Jake LaRavia followed up a strong performance during the midweek win over Pittsburgh with another quality two-way outing on the road.

An All-ACC lock, LaRavia pumped in 18 points (6-of-9 2PA), 13 rebounds, nine assists, one steal and one block. He does so many different things that help Wake Forest win ball games.

You’d be hard-pressed to find a duo more dynamic, more synchronized than LaRavia and Alondes Williams.

Currently, LaRavia is one of only three Division I players with 20 percent usage, 15 percent assist rate, 60 percent effective shooting, 2.0 percent block rate and 2.0 percent steal rate. (The two others are both excellent players, too: Virginia Tech’s Justyn Mutts and David Roddy of Colorado State.)


3. Notre Dame

With a three-game slate last week, Notre Dame shook off a blowout loss on Monday to Duke and won back-to-back road games: Miami and NC State.

After a rough start to the season, veteran point guard Prentiss Hubb continues to come on for the Irish, which has been crucial amidst a rough patch of games for star rookie Blake Wesley.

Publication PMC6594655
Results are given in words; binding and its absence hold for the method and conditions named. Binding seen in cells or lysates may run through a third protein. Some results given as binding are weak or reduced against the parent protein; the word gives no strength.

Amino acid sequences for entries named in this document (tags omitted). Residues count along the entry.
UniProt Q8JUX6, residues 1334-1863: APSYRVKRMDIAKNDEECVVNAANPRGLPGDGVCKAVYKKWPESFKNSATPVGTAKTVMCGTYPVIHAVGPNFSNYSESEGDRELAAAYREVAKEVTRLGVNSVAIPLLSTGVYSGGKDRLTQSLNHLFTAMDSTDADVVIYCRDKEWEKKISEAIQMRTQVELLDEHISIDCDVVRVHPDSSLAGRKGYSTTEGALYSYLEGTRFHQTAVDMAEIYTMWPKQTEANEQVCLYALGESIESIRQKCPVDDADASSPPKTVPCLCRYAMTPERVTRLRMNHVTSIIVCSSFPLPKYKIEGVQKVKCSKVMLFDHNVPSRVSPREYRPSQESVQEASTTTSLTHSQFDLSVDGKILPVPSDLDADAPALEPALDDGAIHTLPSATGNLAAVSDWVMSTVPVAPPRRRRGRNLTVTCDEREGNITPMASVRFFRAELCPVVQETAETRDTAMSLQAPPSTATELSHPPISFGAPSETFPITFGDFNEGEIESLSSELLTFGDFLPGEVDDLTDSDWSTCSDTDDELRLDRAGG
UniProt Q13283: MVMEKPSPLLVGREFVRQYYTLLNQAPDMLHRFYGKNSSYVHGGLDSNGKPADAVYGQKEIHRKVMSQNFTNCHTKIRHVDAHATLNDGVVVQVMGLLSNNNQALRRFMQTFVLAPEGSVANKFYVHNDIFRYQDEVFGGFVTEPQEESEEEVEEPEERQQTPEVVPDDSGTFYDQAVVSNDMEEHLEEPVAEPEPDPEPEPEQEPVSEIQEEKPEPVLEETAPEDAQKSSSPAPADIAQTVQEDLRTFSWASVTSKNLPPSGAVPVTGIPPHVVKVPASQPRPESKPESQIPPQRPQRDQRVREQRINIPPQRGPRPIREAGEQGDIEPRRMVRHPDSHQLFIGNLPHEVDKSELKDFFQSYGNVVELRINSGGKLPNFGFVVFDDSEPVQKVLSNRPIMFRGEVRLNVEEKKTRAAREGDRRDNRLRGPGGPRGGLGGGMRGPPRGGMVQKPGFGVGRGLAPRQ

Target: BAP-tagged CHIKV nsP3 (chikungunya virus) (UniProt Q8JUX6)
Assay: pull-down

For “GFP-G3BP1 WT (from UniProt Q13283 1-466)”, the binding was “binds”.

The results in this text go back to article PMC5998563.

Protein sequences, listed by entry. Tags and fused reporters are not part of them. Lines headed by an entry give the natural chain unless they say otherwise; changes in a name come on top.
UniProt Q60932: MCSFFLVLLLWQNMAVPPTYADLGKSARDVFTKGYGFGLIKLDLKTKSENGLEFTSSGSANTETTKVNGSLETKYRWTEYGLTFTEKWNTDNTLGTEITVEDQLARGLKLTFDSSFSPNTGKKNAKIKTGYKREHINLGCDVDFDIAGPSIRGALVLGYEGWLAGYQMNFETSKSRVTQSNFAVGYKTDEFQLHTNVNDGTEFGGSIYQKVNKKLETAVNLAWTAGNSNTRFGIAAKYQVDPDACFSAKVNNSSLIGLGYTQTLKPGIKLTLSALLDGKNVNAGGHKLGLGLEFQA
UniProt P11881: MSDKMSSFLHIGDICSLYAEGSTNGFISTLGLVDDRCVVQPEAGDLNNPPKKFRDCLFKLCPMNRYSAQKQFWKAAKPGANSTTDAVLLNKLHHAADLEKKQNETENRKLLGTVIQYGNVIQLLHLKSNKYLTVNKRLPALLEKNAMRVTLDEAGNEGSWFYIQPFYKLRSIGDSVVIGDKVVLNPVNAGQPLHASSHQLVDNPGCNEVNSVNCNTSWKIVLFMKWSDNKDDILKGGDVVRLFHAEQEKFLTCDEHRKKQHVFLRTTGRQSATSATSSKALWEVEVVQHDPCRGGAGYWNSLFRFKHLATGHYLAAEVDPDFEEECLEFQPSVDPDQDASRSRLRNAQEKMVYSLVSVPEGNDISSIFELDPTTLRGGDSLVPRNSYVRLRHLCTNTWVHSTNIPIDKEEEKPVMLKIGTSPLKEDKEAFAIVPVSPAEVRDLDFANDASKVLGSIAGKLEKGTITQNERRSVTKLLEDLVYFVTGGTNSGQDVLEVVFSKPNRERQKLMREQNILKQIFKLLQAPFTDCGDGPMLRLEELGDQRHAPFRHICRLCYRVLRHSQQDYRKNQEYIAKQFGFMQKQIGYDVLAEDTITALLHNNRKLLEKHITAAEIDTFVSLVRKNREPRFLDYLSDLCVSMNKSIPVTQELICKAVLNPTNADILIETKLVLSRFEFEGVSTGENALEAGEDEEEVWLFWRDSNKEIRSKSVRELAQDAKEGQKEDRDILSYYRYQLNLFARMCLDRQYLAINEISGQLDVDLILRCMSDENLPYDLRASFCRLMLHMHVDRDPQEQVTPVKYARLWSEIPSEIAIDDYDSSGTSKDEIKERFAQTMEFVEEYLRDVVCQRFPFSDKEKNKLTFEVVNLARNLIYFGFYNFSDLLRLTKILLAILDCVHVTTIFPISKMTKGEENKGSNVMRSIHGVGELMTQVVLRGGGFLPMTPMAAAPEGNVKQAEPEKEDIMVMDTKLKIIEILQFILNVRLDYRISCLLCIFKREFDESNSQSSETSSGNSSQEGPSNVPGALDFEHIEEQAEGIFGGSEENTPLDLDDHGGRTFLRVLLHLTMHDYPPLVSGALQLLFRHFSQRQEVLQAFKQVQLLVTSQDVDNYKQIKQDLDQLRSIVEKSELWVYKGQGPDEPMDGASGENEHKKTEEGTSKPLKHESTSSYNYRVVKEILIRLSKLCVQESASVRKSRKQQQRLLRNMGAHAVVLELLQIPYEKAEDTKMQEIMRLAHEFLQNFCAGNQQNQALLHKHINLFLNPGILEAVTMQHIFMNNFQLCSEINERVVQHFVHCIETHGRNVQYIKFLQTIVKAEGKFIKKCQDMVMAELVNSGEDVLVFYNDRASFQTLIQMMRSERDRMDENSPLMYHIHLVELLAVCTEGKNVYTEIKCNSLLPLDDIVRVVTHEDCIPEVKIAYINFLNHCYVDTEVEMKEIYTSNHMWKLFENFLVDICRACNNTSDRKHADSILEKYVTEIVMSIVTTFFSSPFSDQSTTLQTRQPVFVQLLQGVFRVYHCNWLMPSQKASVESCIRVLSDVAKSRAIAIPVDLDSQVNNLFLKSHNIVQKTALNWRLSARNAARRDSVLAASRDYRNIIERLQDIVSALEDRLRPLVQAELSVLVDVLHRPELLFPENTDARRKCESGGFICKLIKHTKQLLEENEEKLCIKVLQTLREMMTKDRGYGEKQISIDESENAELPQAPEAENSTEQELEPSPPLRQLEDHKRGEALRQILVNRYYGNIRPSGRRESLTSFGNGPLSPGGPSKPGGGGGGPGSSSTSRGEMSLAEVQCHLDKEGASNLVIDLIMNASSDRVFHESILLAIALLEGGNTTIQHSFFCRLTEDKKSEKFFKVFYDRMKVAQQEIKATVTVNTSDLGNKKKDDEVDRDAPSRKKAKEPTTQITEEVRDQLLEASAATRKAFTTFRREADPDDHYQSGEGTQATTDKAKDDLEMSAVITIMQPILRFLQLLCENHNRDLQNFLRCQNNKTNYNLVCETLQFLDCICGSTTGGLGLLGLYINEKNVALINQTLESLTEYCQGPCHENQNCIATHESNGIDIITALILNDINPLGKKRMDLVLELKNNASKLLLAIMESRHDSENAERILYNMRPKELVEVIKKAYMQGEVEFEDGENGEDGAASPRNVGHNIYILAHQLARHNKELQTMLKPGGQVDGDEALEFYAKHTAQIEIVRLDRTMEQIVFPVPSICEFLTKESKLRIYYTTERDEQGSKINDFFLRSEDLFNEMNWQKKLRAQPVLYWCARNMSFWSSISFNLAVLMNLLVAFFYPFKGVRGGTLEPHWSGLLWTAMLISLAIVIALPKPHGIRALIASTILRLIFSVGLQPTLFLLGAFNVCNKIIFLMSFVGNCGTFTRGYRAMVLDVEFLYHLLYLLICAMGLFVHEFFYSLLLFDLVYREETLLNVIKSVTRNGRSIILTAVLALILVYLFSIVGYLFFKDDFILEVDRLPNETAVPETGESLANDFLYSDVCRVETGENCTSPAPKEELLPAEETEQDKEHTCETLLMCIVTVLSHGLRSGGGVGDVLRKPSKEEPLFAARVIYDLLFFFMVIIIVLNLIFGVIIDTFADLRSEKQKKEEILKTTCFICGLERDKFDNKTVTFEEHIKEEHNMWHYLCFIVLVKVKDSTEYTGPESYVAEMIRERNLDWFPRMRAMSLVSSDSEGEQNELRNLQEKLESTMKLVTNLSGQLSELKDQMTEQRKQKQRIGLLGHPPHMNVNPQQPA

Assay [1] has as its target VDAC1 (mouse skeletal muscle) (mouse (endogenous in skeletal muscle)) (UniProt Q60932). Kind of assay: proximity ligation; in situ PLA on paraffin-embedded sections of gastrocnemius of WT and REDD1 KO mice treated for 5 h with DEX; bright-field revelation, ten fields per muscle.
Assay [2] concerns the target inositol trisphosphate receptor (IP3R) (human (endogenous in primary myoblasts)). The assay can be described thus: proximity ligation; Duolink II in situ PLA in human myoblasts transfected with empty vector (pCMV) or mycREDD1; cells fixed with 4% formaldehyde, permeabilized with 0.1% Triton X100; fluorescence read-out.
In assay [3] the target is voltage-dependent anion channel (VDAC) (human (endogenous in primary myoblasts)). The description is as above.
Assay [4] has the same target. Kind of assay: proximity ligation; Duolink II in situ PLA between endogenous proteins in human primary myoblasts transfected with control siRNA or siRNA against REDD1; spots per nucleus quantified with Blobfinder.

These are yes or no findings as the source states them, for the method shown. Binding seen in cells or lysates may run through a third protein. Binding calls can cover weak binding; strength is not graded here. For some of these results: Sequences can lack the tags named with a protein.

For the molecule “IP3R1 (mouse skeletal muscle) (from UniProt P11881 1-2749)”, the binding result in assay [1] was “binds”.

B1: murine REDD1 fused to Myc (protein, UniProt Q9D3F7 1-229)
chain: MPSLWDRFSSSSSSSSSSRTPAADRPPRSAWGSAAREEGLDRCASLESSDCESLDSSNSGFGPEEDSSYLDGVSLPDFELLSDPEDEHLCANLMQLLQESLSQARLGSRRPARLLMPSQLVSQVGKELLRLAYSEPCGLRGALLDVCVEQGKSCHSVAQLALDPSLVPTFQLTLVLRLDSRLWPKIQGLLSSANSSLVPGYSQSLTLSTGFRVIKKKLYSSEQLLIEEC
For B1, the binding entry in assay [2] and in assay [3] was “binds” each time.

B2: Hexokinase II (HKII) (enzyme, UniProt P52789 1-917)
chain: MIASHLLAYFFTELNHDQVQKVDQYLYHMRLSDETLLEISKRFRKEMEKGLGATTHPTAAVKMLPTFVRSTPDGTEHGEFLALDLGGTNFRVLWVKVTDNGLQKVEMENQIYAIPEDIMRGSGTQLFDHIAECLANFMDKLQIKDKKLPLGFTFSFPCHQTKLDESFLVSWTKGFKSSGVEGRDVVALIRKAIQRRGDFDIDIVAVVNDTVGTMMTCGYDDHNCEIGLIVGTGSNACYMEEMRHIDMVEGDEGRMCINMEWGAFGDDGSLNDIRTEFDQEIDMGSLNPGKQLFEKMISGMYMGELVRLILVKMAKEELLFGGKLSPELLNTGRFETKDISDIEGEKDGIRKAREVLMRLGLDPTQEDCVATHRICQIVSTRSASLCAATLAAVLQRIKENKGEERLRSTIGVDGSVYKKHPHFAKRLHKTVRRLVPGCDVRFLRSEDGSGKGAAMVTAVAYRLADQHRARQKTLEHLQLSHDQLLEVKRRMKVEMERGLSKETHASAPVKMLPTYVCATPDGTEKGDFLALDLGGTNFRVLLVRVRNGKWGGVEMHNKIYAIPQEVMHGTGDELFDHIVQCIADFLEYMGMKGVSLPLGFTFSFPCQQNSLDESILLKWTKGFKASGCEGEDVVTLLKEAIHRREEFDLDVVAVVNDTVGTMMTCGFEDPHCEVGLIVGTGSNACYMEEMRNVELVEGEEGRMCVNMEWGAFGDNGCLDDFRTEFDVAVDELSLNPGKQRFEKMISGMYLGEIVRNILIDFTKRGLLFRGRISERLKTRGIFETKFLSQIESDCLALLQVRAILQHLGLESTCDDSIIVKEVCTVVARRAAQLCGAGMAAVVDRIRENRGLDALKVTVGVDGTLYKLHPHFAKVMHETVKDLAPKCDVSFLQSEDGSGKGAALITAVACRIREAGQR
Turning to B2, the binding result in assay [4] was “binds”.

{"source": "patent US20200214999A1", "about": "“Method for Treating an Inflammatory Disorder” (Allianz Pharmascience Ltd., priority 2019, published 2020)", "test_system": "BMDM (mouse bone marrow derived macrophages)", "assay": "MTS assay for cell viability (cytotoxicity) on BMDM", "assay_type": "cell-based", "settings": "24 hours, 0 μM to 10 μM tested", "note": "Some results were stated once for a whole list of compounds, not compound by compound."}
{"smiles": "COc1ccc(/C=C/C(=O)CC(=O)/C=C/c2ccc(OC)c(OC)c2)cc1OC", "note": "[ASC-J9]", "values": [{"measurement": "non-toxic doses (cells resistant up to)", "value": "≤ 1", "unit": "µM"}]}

During the win at Miami, Hubb was excellent making plays out of Notre Dame’s continuity ball screen offense. Hubb finished with 15 points (3-of-8 3PA), six assists, two steals and only one turnover.

Repeatedly, Hubb made good decisions with the ball vs. Miami’s screen-roll trap.


Hubb followed that with 13 points (3-of-6 3PA), four assists and zero turnovers vs. NC State in Raleigh. The southpaw is shooting 37.7 percent on 3-point attempts in league play — along with 22.4 percent assist rate and 6.7 percent turnover rate.


4. Miami

Over the last few weeks, Miami’s sparkling 5-out, pick-and-roll-oriented offense has experienced a few subpar nights. That’s costly for the Hurricanes; Miami is now 1-4 in games with an offensive rating under 100 points per 100 possessions. The lone win came back on Nov. 16 vs. Florida Atlantic.